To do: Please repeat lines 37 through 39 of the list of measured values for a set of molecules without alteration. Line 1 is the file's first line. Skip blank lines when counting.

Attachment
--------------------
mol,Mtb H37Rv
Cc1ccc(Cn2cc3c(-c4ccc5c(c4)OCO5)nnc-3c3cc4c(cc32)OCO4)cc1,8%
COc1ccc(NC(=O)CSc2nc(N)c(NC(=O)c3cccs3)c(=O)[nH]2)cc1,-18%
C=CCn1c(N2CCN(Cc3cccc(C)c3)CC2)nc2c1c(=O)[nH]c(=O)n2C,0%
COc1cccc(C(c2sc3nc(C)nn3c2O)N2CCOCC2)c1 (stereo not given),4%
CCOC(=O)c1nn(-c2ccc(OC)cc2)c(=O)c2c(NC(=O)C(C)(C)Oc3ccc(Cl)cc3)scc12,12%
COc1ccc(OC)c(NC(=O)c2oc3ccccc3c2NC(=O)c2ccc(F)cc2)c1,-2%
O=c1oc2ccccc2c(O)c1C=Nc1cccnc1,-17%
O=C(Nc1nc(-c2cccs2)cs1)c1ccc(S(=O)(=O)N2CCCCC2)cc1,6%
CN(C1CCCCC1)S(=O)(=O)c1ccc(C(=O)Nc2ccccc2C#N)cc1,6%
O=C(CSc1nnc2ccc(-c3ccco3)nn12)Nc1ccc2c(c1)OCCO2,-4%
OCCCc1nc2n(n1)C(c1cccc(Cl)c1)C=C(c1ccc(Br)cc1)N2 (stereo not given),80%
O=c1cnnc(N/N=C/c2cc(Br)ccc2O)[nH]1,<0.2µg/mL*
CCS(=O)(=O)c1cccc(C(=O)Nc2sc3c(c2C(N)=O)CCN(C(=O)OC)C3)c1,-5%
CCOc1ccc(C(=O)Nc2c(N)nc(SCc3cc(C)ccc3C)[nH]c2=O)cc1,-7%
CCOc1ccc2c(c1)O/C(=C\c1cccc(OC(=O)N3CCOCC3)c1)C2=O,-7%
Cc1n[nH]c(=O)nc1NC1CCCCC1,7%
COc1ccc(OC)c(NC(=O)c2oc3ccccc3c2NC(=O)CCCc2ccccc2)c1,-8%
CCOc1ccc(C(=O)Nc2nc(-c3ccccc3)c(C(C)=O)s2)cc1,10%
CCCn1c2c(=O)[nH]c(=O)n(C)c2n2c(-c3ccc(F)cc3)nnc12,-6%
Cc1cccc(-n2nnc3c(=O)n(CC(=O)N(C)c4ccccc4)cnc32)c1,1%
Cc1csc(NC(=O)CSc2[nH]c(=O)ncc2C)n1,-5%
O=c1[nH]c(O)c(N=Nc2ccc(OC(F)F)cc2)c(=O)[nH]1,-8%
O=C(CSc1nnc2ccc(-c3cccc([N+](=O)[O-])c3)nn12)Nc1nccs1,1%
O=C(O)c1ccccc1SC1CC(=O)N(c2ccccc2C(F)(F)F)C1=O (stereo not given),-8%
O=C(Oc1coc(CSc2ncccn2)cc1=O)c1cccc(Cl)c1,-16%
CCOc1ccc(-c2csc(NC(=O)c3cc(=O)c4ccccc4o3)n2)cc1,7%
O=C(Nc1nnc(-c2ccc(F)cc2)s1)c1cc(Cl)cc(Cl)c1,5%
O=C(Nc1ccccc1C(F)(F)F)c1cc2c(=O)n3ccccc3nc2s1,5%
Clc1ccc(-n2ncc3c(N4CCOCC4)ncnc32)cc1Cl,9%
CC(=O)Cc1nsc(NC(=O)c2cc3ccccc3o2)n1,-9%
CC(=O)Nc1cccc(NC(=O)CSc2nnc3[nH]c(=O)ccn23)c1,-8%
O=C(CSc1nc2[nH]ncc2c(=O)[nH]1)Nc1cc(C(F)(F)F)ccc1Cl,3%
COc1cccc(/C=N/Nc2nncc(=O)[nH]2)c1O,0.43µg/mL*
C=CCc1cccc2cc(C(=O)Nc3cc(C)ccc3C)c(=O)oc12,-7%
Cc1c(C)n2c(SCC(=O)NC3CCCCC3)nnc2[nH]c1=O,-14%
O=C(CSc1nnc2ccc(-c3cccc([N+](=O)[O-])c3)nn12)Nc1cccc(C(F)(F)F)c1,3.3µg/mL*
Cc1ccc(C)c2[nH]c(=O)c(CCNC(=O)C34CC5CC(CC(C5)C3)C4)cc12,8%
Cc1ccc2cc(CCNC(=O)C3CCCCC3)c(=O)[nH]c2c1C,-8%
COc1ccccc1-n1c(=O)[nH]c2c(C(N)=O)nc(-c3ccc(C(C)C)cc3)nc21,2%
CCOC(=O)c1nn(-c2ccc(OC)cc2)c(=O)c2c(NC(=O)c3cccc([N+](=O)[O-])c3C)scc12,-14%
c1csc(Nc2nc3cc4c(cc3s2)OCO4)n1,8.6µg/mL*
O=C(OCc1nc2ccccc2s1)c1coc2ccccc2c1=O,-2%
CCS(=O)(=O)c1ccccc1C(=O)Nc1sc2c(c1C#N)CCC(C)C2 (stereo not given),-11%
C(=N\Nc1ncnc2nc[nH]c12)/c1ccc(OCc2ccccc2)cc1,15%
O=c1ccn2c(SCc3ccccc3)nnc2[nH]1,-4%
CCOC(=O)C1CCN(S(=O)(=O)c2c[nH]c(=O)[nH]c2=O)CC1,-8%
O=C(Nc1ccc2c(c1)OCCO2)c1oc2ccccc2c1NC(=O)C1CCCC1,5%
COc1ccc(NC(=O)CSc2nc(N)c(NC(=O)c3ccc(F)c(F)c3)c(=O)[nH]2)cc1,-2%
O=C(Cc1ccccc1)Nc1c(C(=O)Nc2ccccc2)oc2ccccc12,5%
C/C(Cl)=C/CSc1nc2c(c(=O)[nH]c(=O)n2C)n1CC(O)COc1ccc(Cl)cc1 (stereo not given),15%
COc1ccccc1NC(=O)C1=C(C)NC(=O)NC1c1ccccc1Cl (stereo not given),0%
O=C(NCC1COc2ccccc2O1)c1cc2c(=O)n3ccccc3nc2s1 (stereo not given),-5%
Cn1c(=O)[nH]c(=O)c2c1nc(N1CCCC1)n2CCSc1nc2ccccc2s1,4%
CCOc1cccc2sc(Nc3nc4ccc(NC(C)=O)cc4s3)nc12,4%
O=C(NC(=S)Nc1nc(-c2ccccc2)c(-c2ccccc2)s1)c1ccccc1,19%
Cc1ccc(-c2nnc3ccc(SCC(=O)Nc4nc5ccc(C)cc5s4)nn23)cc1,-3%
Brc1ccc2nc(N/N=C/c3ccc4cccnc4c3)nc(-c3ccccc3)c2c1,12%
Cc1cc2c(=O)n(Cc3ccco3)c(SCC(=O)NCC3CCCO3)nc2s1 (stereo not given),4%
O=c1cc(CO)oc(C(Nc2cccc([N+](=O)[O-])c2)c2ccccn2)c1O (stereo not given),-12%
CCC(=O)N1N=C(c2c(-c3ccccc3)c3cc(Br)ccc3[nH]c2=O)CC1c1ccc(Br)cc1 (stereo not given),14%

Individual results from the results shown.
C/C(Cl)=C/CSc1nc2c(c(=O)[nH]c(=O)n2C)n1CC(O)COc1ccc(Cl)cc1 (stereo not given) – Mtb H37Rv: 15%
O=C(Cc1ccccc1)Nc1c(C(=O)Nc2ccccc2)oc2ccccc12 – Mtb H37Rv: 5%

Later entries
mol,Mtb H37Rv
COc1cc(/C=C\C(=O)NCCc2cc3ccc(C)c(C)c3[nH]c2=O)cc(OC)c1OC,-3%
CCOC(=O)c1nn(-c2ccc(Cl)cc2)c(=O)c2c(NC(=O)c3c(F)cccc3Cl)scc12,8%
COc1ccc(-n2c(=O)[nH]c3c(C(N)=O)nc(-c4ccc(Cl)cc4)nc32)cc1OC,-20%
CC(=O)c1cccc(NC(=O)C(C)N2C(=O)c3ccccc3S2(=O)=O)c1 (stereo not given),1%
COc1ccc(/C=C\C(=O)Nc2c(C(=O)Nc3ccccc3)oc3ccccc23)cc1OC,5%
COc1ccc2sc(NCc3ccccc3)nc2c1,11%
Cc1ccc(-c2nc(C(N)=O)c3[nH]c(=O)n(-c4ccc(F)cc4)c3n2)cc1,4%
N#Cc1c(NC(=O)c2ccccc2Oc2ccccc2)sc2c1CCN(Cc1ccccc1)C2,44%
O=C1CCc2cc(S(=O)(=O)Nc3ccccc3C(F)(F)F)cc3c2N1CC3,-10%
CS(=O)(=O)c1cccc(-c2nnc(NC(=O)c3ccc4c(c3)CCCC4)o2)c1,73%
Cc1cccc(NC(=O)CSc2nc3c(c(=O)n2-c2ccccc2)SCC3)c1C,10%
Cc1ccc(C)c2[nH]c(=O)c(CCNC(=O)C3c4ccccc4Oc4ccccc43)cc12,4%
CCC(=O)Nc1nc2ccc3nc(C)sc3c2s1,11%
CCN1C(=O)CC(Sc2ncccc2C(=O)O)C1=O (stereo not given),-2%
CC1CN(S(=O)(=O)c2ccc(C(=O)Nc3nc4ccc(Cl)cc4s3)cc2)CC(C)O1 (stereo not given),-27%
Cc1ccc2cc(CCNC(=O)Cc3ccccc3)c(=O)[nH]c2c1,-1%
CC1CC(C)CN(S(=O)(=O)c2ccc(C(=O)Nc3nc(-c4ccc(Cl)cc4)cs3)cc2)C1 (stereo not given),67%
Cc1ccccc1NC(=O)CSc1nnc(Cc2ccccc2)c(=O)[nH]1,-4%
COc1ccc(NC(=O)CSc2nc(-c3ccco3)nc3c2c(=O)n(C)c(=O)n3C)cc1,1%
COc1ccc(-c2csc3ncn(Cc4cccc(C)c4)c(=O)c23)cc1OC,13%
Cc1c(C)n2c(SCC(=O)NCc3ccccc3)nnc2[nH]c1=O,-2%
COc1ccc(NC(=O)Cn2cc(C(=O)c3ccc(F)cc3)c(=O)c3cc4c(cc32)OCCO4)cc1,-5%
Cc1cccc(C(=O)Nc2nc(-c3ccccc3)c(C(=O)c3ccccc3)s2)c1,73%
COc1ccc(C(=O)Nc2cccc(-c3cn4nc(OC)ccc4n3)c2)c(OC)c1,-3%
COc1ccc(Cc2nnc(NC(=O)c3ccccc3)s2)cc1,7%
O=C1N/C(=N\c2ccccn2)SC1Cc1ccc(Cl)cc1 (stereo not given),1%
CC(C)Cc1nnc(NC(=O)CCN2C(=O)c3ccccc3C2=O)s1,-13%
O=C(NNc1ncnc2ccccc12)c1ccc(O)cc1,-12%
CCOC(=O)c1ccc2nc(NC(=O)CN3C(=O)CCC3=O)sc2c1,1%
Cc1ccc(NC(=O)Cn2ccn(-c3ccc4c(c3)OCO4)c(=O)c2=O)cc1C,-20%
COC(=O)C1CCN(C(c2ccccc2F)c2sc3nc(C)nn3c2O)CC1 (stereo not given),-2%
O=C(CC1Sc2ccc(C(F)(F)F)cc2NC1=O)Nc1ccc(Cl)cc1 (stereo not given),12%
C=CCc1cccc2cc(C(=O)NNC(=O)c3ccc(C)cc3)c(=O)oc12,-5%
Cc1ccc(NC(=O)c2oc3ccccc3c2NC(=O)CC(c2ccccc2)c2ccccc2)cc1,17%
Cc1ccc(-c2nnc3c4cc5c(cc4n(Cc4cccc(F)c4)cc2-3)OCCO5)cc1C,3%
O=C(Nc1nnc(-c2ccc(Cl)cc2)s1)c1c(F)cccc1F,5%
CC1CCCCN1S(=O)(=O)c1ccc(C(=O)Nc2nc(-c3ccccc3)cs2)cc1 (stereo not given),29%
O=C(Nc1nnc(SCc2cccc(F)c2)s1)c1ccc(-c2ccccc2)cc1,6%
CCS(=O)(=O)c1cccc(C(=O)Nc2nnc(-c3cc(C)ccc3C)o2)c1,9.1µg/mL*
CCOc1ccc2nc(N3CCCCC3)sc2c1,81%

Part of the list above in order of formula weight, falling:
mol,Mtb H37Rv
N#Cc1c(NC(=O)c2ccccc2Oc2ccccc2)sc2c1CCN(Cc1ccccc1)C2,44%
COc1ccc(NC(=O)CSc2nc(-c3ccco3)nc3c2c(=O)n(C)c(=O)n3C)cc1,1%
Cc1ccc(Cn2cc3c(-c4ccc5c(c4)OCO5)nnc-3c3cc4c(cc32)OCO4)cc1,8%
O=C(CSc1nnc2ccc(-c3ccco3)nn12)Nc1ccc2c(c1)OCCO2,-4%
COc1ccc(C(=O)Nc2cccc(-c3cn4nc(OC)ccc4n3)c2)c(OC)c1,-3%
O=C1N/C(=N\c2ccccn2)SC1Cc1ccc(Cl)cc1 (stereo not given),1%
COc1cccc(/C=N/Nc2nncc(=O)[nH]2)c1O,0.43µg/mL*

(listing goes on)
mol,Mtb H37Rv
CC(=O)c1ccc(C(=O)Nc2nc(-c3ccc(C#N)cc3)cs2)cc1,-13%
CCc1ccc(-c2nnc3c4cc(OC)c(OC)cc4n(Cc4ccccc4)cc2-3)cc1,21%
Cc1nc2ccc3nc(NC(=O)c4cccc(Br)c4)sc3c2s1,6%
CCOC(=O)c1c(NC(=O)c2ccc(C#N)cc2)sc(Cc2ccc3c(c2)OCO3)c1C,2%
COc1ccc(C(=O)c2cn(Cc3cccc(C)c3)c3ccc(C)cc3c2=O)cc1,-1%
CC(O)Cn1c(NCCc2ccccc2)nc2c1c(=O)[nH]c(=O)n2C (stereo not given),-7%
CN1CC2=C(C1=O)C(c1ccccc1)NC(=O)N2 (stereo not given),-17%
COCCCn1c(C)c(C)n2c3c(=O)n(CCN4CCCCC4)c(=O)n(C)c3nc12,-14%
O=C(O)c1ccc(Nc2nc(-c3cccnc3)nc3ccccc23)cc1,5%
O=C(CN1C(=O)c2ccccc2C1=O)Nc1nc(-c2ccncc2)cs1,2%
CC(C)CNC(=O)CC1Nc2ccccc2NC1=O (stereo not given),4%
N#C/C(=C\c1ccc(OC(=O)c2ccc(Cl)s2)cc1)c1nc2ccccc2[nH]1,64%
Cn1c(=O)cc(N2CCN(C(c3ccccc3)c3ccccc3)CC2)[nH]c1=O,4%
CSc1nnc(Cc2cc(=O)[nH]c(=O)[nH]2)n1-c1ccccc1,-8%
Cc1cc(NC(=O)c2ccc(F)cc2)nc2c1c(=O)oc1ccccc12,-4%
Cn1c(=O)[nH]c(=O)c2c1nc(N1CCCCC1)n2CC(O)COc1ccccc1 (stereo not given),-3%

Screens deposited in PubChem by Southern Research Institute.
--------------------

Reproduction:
O=C(CSc1nnc2ccc(-c3cccc([N+](=O)[O-])c3)nn12)Nc1cccc(C(F)(F)F)c1,3.3µg/mL*
Cc1ccc(C)c2[nH]c(=O)c(CCNC(=O)C34CC5CC(CC(C5)C3)C4)cc12,8%
Cc1ccc2cc(CCNC(=O)C3CCCCC3)c(=O)[nH]c2c1C,-8%